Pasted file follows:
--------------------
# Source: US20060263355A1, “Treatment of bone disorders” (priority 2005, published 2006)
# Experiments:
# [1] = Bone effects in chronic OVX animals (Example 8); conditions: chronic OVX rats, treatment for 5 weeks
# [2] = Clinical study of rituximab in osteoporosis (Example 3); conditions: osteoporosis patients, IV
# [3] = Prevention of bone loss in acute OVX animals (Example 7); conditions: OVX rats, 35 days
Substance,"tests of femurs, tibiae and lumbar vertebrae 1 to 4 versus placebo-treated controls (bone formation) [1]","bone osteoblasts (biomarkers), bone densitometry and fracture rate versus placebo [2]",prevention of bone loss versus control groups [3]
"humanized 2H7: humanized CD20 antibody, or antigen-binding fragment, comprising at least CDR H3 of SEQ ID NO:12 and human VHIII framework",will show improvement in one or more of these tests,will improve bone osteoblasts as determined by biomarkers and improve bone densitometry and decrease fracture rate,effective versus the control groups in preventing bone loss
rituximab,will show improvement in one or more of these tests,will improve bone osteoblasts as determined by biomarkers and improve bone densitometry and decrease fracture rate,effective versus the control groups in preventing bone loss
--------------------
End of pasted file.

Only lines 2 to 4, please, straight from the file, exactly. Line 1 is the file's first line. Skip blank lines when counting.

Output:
# Experiments:
# [1] = Bone effects in chronic OVX animals (Example 8); conditions: chronic OVX rats, treatment for 5 weeks
# [2] = Clinical study of rituximab in osteoporosis (Example 3); conditions: osteoporosis patients, IV